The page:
The smallest French herding breed, the Pyrenean Shepherd, or Berger des Pyrénées, are a unique little breed that are still used by the shepherds in the rugged Pyrénées Mountains, working together with the Great Pyrenees. They have a long and rich history there.
Pyr Sheps come in both rough-faced and smooth-faced varieties, and in a variety of colors including fawn, brindle, black, gray, and various shades of merle. There are also different coat types. The Rough-faced variety comes in 2 coat lengths: long and demi-long. Coats on the long haired rough-faced dogs will usually form cadenettes (cords), which form on the hindquarters and front legs and chest, if not kept brushed out. Traditionally their tails are docked and ears cropped, but they may also have natural ears and tails. Most European countries no longer allow cropping and docking, and many North American breeders are also choosing not to dock and crop. (If you have a preference ask the breeder what their policy is.)
WHO ARE THESE LITTLE FRENCH SHEPHERDS?
To those of us who love and own Pyrenean Shepherds, they are wonderful dogs, but you will need to consider – Are they the right breed of dog for you? The answer to this question will vary from person to person depending on what you are looking for in a dog. To consider the Pyr Shep we will look at his description from some phrases taken from the breed standard.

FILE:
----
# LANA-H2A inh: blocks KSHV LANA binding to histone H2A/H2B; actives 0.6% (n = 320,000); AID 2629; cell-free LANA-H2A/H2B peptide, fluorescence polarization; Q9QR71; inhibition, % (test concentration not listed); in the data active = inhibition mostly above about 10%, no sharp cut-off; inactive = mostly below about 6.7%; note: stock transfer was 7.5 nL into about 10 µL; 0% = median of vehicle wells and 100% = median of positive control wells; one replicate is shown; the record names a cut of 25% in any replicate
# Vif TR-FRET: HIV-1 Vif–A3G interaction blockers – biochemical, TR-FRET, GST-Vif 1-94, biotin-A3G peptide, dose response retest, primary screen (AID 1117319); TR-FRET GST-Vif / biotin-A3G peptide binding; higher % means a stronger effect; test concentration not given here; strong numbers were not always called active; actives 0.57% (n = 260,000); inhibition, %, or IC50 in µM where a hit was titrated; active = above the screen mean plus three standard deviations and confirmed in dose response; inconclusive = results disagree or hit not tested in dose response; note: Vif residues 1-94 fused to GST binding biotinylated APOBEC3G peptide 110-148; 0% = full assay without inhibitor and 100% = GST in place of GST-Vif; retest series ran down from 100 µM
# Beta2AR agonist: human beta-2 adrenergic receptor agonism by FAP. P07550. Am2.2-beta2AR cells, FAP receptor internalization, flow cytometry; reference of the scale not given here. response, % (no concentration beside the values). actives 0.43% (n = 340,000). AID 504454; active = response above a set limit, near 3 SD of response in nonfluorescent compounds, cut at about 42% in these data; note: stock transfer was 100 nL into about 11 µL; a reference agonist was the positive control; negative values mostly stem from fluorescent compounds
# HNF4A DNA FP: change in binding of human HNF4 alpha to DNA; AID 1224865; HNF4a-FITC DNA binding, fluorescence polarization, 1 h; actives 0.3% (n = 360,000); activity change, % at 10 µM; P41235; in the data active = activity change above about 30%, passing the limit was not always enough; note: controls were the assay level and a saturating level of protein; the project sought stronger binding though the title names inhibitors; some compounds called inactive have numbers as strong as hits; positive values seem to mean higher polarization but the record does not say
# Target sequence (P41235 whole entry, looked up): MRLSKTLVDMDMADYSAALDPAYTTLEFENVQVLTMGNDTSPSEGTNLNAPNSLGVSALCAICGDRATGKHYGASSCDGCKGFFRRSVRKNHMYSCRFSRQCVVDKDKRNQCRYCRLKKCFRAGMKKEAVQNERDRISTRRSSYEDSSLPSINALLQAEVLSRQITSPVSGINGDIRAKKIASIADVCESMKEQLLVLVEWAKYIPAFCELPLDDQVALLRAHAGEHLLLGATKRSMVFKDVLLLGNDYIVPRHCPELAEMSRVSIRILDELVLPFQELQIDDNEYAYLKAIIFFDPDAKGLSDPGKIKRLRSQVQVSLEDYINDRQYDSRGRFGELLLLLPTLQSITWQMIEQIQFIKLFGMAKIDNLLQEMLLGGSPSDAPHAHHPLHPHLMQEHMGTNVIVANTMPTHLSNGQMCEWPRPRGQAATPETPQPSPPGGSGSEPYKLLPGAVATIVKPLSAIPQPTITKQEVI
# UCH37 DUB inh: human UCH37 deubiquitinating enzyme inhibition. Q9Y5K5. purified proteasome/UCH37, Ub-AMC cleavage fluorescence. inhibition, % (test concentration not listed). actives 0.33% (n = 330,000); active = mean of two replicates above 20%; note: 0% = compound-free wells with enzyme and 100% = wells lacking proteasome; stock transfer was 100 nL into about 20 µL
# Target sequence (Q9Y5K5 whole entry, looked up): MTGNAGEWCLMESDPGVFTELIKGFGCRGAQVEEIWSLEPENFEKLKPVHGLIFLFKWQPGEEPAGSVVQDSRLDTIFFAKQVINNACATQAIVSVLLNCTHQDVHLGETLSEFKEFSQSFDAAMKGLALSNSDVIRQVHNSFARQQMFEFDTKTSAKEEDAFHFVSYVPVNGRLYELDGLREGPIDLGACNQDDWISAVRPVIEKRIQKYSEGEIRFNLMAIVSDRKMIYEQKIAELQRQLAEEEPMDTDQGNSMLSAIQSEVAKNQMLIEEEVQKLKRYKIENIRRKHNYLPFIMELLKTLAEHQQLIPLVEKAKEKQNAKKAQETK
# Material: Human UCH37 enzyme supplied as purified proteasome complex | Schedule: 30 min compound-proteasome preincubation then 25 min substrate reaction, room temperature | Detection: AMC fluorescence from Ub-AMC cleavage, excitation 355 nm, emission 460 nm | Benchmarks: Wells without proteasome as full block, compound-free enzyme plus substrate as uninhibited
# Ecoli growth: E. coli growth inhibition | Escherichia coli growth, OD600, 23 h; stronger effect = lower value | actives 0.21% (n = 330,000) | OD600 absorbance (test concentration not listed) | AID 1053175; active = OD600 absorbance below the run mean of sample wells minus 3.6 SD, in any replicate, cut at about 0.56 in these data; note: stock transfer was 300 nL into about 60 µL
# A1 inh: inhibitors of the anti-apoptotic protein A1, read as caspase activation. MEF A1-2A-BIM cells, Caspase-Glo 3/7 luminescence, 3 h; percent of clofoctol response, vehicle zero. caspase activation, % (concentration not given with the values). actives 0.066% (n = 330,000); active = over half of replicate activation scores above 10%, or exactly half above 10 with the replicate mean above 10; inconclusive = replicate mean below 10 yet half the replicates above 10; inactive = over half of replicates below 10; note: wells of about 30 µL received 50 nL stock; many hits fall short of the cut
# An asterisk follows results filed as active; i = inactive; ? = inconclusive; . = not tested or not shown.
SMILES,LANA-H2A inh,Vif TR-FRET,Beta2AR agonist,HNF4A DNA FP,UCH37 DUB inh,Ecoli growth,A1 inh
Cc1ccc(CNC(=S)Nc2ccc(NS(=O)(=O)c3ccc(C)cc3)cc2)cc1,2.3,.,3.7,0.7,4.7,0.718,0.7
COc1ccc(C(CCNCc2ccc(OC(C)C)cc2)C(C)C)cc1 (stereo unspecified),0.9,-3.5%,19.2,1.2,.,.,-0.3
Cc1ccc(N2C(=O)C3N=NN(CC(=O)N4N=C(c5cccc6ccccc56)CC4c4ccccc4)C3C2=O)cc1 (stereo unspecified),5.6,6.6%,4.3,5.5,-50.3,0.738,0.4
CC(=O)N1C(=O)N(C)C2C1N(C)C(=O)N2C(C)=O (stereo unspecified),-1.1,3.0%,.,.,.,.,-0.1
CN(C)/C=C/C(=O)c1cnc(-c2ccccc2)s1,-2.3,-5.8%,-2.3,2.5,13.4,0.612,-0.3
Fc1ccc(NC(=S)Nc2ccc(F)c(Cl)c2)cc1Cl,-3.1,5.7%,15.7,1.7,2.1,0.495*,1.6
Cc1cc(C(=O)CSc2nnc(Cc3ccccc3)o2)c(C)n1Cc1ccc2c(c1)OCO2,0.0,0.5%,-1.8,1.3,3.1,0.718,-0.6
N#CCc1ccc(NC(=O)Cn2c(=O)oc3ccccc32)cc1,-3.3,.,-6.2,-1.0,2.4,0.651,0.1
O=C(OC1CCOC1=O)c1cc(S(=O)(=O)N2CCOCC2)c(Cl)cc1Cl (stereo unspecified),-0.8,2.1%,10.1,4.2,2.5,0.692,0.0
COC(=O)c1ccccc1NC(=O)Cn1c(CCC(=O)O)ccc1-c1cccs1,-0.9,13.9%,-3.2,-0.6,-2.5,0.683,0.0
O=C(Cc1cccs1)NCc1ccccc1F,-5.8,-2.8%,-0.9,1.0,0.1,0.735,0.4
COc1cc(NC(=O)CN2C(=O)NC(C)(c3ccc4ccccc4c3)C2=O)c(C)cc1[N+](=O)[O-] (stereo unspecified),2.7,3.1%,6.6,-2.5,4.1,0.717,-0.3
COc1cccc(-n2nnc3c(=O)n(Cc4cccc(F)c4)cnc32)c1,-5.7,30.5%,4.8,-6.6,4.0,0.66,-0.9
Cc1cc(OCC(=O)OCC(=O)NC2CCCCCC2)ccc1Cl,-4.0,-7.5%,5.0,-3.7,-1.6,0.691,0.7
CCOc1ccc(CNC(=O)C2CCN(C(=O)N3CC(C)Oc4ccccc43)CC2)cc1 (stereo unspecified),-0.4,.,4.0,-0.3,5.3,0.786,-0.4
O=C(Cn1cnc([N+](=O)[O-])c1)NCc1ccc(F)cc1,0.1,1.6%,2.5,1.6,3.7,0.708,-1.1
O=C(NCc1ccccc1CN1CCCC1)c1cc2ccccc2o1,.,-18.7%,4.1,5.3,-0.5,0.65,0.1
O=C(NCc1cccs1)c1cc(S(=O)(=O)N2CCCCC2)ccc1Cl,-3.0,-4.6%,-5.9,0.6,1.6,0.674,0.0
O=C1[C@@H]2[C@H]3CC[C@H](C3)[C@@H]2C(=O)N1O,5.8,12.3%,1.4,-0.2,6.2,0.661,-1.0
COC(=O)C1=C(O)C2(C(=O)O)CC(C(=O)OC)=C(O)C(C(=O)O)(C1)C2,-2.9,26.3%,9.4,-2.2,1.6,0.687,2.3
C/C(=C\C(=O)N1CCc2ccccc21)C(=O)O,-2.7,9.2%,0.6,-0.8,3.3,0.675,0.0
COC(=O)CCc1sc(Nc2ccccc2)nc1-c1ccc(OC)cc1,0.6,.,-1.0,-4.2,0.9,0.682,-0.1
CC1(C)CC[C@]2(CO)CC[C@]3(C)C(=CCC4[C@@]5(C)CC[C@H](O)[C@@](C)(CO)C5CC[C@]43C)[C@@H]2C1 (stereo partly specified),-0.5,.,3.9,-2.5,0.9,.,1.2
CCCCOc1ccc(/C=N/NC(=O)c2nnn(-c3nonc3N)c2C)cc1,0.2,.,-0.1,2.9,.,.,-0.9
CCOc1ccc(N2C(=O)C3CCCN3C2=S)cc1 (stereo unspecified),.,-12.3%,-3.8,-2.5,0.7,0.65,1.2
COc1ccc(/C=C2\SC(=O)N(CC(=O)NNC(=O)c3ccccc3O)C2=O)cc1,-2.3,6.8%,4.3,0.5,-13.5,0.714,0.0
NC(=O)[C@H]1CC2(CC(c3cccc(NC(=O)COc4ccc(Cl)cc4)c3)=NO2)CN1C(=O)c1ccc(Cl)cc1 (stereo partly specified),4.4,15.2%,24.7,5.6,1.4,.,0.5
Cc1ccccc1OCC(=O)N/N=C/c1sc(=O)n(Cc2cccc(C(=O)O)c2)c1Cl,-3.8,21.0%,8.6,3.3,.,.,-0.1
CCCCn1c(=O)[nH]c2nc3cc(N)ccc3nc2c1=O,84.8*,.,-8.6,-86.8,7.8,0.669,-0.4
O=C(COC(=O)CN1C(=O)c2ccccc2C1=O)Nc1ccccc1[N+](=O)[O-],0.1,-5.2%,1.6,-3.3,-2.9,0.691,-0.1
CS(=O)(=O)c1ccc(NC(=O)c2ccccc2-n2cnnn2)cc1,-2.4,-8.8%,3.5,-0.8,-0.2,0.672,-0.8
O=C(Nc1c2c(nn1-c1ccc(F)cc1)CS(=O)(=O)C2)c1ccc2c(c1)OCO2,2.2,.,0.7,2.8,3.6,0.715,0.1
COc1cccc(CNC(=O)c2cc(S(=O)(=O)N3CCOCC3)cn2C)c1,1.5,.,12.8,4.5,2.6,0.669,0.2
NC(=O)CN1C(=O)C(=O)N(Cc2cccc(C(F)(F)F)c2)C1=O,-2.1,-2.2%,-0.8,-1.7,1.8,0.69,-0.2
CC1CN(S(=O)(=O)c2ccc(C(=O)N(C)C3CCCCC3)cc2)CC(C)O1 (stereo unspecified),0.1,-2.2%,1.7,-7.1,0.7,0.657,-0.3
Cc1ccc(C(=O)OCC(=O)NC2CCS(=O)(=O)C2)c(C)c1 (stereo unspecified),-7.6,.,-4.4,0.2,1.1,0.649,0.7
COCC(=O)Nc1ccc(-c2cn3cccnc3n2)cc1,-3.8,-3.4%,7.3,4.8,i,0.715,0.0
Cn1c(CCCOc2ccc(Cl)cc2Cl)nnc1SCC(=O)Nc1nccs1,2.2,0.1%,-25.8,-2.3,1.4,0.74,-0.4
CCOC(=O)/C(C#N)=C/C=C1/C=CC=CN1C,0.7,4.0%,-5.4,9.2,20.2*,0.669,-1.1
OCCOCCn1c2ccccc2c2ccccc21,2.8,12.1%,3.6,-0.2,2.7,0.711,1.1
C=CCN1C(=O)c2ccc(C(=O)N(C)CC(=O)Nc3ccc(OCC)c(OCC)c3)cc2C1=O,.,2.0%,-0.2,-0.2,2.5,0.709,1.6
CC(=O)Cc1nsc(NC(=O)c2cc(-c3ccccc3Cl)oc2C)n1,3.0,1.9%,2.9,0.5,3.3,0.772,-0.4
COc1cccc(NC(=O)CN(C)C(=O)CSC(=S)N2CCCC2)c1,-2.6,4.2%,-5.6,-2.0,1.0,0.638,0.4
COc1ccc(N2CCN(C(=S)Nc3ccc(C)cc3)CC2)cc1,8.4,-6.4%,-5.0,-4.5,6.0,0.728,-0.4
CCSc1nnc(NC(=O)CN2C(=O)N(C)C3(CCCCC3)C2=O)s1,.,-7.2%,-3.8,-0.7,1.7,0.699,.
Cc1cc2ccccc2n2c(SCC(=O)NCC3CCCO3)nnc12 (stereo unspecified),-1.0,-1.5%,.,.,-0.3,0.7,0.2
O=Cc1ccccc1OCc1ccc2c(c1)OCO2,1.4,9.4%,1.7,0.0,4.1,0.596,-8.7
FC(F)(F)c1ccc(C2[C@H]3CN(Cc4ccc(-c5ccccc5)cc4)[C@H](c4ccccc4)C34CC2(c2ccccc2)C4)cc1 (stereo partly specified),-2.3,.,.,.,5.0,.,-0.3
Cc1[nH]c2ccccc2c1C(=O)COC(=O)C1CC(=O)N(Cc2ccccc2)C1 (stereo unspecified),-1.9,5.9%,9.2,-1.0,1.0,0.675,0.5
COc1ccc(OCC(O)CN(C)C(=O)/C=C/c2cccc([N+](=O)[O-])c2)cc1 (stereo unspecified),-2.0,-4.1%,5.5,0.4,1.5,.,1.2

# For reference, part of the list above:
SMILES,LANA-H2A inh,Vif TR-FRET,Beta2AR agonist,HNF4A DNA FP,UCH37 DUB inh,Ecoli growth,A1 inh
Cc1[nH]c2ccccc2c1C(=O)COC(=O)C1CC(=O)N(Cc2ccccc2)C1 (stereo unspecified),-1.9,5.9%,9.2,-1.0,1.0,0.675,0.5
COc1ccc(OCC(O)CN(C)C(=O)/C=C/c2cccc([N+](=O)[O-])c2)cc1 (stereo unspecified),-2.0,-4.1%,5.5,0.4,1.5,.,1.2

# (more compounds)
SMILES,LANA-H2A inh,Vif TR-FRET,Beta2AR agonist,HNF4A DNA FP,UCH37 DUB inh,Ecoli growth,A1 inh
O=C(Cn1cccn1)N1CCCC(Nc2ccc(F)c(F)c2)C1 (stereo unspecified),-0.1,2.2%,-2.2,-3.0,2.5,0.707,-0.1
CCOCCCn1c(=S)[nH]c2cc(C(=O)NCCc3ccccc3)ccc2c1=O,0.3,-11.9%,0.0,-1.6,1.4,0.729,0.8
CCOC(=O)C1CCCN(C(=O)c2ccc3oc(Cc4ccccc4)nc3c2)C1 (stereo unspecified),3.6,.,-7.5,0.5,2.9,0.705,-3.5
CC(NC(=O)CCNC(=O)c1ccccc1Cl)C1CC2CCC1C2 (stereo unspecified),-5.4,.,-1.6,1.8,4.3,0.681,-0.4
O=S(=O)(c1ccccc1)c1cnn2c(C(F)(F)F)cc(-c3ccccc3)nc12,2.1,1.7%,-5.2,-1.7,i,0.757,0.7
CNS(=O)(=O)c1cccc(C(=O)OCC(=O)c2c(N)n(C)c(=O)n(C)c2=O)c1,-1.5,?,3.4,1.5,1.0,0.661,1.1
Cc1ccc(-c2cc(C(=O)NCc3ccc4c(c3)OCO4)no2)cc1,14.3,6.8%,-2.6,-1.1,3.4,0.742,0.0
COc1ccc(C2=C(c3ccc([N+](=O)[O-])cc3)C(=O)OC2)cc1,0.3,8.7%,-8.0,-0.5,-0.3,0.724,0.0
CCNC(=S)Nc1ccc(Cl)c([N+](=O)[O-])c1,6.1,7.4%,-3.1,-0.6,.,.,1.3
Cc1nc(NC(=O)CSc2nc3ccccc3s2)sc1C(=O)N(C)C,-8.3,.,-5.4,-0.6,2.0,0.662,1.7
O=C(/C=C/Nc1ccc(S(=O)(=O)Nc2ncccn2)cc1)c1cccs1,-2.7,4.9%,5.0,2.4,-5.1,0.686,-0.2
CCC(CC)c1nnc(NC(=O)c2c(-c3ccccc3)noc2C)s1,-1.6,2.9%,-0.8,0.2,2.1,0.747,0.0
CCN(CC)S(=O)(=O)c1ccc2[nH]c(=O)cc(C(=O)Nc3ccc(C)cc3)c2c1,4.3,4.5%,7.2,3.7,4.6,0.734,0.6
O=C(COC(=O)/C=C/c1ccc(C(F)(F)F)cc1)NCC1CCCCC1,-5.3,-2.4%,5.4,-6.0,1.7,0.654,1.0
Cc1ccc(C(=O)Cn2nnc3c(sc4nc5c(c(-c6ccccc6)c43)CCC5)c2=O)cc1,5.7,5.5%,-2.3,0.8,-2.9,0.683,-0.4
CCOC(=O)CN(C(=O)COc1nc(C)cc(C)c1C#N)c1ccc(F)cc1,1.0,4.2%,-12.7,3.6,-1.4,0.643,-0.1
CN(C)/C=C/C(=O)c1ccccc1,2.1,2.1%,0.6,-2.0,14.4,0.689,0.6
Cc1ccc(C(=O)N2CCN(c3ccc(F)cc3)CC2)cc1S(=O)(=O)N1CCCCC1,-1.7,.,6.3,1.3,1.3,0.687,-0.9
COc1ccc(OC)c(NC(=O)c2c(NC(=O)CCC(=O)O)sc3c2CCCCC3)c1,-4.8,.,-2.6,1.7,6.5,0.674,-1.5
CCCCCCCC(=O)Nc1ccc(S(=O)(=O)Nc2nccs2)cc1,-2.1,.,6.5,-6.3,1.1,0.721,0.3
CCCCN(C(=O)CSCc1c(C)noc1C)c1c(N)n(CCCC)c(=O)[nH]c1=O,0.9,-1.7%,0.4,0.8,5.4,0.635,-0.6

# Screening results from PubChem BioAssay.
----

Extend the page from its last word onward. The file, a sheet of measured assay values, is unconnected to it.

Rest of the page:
“A lean, lively dog of minimal height and weight, and a sinewy build;…”
Standing 15 – 21″ tall, Pyr Sheps have their own unique and complex personality, and are quite unlike any other dog. Don’t be fooled by their cute faces. They are independent, and hard working little dogs, who are very intelliegent and are not for the faint of heart!
“…with a great deal of energy …”
If you are looking for a sedate dog the Pyr Shep is not for you. Pyr Sheps are a very energetic breed of dog and do need lots of exercise.They come in a small package, but have an incredible amount of energy. Always on the move and active, they spend a lot of time looking for something fun to do to entertain both themselves and you.
“… and an intelligent, cunning, mischievous attitude and expression;…”
A Pyr Shep’s intelligence makes him a dog who thinks about every situation, and makes him the versatile dog that he is – capable of herding livestock, navigating agility courses, doing tracking, and many other tasks. On the other hand this intelligence can often cause Pyr Sheps to learn bad habits as quickly as good ones. In training a Pyr Shep, being domineering will not work – they will not be bossed around, but they do need lots of direction and input especially while growing up. Learning the way dogs think, and training your Pyr Shep is a must.
“… always on alert, suspicious, ready for action.”
The mountains where these dogs worked was often a dangerous environment, with bears, wolves, and eagles. Because of their small size being alert and having a strong sense of suspicion about anything out of the ordinary often kept them alive, and alerted the shepherd of danger. As a result Pyr Sheps often have a very “black and white” view of life. Suspicion should not be equated with fear however. This breed should never be fearful, as it is not characteristic of the breed. (A fearful dog is not useful to a shepherd and may endanger the life of the sheep.)